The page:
Cody R. DeHaan

Intentional Technology

Have you ever picked up your phone, scrolled through your screens of apps like you were looking for something, realized you weren’t, and then set it back down again? I was finding myself doing this all of the time.

I do almost all of my work on my Mac, and I’m rarely far from my iPad or iPhone. I can get around all of these devices at nearly the speed of my thoughts, but this means that when I’m using them, even the slightest distraction can cause me to ⌘-Tab to another window, or swipe to a new app, almost before I’ve even realized it.

Sometimes I’ll be on my computer trying to work, and suddenly find myself in my email client, on social media, or on a news site. And that’s exactly the experience—that I’m suddenly there before I’ve even realized what I’m doing. Or sometimes I pick up my phone to respond to a message, close the Messages app, and before I realize it I’m scrolling through my home screens looking for an app to distract me.

The mindlessness with which I was doing these things really started to bother me, so I recently decided to change my phone and computer setups in order to introduce some friction into this pattern. I wanted to introduce a pause before I jumped to another task, to require a little bit of intention to change tasks.

On my iPhone, I moved all of my apps to a single folder, with the exception of Phone, Messages, and Mail. When I want to use an app that’s not one of these three, I simply pull down anywhere on the screen and start typing the name of the app I want to use. Spotlight has gotten surprisingly good at figuring out what I’m looking for, so it’s a quick way for me to access my apps. My iPad looks the same.

My iPhone home screen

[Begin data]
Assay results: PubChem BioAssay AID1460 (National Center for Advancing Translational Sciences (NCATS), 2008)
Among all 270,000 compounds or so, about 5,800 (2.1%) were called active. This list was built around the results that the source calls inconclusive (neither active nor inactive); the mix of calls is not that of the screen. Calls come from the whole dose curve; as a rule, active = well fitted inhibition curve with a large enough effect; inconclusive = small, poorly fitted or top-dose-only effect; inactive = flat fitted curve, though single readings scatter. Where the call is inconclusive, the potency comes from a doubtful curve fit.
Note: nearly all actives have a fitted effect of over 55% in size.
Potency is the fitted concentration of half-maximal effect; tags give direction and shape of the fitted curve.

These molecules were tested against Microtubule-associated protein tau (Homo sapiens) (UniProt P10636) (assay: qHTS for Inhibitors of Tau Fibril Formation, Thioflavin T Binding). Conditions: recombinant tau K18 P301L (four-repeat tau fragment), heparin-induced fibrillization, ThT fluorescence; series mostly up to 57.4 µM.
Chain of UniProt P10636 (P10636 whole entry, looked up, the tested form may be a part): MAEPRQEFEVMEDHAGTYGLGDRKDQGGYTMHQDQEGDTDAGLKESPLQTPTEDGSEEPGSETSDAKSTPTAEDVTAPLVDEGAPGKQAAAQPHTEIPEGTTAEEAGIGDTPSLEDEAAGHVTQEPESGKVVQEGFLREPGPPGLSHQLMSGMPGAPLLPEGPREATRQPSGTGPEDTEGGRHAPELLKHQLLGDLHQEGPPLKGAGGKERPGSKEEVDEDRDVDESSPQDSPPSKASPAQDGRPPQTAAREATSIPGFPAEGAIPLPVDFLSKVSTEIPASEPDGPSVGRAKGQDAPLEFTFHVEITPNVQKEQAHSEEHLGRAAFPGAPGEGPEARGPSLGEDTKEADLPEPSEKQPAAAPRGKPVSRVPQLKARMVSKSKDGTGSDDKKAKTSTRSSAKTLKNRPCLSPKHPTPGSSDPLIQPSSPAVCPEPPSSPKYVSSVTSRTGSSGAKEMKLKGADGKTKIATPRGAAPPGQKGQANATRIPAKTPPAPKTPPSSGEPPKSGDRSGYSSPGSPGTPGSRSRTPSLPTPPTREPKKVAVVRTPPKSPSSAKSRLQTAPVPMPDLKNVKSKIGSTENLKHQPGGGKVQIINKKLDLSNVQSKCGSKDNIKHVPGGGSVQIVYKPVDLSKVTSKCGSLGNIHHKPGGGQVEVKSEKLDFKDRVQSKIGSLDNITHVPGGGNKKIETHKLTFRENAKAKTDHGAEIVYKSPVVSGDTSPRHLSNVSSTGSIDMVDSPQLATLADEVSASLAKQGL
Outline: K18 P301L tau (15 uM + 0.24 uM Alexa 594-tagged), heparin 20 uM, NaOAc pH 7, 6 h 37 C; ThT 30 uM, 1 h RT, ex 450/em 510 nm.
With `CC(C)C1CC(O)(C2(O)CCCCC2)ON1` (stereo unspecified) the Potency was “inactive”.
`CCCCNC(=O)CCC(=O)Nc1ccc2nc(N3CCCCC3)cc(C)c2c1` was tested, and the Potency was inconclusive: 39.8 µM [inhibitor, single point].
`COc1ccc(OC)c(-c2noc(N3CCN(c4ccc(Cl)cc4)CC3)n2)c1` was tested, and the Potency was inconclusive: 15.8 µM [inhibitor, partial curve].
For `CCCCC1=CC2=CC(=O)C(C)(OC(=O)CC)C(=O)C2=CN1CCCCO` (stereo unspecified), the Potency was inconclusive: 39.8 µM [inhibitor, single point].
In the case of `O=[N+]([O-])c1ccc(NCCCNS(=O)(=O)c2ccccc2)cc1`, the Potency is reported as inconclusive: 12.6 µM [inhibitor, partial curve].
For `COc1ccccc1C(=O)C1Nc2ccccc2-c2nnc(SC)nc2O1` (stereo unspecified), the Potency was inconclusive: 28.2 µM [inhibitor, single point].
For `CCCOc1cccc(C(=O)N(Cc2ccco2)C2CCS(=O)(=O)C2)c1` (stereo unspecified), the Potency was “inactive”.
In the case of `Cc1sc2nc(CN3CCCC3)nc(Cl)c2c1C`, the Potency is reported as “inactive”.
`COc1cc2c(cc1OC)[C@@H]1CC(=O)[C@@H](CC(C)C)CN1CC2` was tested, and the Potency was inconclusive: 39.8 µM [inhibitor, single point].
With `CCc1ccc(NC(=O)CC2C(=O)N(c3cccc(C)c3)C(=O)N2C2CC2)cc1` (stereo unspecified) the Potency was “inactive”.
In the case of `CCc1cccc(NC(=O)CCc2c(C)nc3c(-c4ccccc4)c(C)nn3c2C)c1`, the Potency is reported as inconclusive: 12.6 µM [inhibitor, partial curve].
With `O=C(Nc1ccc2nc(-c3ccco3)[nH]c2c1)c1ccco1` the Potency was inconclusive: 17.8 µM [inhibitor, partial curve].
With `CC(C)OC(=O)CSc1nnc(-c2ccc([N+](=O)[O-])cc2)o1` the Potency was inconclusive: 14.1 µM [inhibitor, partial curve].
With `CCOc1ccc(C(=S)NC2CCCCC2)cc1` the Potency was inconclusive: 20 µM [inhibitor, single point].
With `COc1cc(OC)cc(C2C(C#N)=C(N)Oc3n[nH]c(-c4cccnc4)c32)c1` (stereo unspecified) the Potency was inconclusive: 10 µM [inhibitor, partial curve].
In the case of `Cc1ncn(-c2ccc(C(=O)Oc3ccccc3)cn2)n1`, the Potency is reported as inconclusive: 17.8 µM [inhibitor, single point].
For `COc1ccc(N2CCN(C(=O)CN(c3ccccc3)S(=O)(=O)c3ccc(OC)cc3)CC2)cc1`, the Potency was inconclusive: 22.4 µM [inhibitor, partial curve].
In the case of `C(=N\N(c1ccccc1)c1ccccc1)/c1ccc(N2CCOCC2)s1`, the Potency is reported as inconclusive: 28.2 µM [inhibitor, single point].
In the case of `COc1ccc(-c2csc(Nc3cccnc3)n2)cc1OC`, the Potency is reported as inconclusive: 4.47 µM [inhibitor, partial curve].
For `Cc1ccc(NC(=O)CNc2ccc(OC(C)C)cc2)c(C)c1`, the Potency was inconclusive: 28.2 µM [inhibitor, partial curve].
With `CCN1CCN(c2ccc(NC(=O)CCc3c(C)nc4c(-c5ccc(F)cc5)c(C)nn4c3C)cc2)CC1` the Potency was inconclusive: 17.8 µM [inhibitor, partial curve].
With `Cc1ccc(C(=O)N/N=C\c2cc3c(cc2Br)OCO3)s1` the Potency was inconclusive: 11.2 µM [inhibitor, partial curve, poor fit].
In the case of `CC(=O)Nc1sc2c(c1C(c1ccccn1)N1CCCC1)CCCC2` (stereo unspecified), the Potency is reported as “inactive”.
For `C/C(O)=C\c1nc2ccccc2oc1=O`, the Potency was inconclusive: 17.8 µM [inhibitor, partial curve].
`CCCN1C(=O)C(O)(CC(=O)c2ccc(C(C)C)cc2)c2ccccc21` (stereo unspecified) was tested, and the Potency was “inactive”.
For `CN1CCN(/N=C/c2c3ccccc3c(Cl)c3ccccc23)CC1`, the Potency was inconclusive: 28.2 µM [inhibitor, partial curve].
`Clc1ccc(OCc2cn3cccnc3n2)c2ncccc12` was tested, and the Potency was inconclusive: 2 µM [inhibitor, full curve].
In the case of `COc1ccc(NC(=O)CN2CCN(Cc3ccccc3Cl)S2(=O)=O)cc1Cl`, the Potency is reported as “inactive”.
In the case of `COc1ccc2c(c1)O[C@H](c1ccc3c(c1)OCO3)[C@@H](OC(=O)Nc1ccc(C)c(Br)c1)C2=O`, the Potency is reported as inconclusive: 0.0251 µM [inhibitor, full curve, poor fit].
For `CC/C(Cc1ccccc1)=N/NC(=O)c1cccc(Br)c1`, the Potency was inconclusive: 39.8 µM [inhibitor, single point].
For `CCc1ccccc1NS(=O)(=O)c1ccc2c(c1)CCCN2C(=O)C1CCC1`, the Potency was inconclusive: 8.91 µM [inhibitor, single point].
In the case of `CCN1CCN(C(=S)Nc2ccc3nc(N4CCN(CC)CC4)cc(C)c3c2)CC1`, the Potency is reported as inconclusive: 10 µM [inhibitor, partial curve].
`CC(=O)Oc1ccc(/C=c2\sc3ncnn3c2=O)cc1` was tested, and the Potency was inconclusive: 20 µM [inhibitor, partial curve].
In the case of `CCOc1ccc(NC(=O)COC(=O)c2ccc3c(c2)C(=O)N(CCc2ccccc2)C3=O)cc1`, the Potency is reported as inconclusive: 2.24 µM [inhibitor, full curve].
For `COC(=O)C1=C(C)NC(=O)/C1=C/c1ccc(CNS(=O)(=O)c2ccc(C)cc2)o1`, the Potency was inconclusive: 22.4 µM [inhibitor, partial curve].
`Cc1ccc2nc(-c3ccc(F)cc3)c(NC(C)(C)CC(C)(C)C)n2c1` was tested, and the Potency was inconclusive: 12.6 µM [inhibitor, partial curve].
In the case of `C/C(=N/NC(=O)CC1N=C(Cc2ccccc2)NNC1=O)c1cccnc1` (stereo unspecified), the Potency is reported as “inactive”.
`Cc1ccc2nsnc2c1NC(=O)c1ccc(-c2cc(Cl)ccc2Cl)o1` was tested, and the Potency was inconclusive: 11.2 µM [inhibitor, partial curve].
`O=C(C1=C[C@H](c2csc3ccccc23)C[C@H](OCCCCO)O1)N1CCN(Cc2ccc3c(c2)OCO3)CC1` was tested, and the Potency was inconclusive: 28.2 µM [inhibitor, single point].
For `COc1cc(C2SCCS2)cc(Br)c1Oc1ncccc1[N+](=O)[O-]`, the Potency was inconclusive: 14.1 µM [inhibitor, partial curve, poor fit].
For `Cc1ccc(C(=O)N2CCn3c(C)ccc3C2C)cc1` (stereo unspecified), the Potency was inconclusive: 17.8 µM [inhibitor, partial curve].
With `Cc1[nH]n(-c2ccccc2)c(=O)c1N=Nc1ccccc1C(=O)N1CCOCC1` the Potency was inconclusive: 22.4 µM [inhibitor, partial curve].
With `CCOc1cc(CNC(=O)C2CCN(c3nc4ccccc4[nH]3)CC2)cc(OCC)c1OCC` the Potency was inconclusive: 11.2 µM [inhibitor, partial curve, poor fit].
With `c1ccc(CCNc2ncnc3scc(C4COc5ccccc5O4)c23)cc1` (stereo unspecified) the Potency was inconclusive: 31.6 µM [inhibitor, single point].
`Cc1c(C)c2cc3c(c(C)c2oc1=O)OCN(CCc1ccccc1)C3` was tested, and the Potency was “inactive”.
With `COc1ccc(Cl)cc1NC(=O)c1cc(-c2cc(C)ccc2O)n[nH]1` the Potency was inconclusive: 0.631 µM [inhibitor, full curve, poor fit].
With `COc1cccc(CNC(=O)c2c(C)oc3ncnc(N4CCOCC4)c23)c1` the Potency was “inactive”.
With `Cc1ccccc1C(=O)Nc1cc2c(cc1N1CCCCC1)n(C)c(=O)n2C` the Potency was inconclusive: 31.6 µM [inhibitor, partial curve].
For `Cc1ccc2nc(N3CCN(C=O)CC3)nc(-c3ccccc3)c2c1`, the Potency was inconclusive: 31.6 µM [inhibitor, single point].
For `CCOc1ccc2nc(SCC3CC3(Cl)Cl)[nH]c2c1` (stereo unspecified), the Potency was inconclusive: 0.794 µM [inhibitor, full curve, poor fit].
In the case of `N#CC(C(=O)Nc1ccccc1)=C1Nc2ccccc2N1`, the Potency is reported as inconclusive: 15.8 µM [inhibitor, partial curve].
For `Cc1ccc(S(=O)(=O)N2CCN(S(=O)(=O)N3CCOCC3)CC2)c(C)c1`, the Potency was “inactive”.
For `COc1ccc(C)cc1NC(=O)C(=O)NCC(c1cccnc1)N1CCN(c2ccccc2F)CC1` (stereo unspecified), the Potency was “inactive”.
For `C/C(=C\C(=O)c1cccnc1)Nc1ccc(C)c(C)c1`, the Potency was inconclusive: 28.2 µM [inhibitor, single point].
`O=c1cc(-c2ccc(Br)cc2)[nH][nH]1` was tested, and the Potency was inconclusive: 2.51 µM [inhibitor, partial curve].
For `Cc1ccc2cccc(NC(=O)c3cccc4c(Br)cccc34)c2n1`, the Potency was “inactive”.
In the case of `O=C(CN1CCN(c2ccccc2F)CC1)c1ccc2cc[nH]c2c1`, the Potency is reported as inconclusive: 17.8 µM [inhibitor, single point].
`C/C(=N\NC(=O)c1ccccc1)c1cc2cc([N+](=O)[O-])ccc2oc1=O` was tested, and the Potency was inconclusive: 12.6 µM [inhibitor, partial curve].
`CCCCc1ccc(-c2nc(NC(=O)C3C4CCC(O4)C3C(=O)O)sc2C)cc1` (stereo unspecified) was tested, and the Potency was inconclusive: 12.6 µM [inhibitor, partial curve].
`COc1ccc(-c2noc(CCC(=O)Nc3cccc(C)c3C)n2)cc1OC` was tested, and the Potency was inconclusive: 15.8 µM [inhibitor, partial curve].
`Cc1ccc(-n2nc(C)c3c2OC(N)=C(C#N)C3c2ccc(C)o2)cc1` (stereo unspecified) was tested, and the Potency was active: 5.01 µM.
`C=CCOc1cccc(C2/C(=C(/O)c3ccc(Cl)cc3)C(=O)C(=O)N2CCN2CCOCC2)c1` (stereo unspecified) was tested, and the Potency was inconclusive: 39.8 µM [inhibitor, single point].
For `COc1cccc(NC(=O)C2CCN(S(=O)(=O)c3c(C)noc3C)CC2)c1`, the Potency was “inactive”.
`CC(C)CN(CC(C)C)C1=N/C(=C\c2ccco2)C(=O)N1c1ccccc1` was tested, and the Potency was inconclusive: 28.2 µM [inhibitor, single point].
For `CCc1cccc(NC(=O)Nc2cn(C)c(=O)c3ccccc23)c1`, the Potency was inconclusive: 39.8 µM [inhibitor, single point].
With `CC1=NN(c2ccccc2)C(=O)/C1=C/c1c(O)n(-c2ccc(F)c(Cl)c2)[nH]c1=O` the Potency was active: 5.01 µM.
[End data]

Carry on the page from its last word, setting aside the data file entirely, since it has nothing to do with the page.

My iPhone home screen

Now, this might seem inefficient, and first it slowed me down. But that’s exactly the point. Now when I pick up my phone, I see essentially a blank slate. This means that instead of seeing a bunch of triggers for distractions, I wind up pausing for a moment to think about what I’m doing. Often I lock my phone again and set it back down, realizing that I was just in an avoidant state or trying to distract myself from what I really want to be doing.

This is similar to my Mac, where I have been using the same solid grey wallpaper1, and hiding my Dock, in order to bring about a slight pause between thinking about switching away from my work and actually doing it.

This is my macOS desktop, with a solid grey wallpaper and a hidden dock.

This is my macOS desktop, with a solid grey wallpaper and a hidden dock.

I already aspire to some flavor of essentialism or minimalism in my life, and so my devices are already relatively pared down. I try to keep a limited set of useful apps on my devices, and use the built-in apps to the extent that they do what I need them to do. And in the end, I think the slight delay in typing the app name I’m looking for is balanced out by the time I save not mindlessly scrolling through my apps.

These bare screens aren’t meant to be a statement, nor are they going to solve all of my problems or suddenly make me a mindful person. If you try your own method of this, you can use whatever wallpaper you prefer, or have a few icons on your home screen. But this is one step that’s really helped me to use my devices more intentionally.


  1. Apple calls it ‘Solid Gray Pro Ultra Dark’ in the ‘Solid Colors’ section of macOS Sierra’s Desktop Preferences. I created an iOS version you can download. [return]

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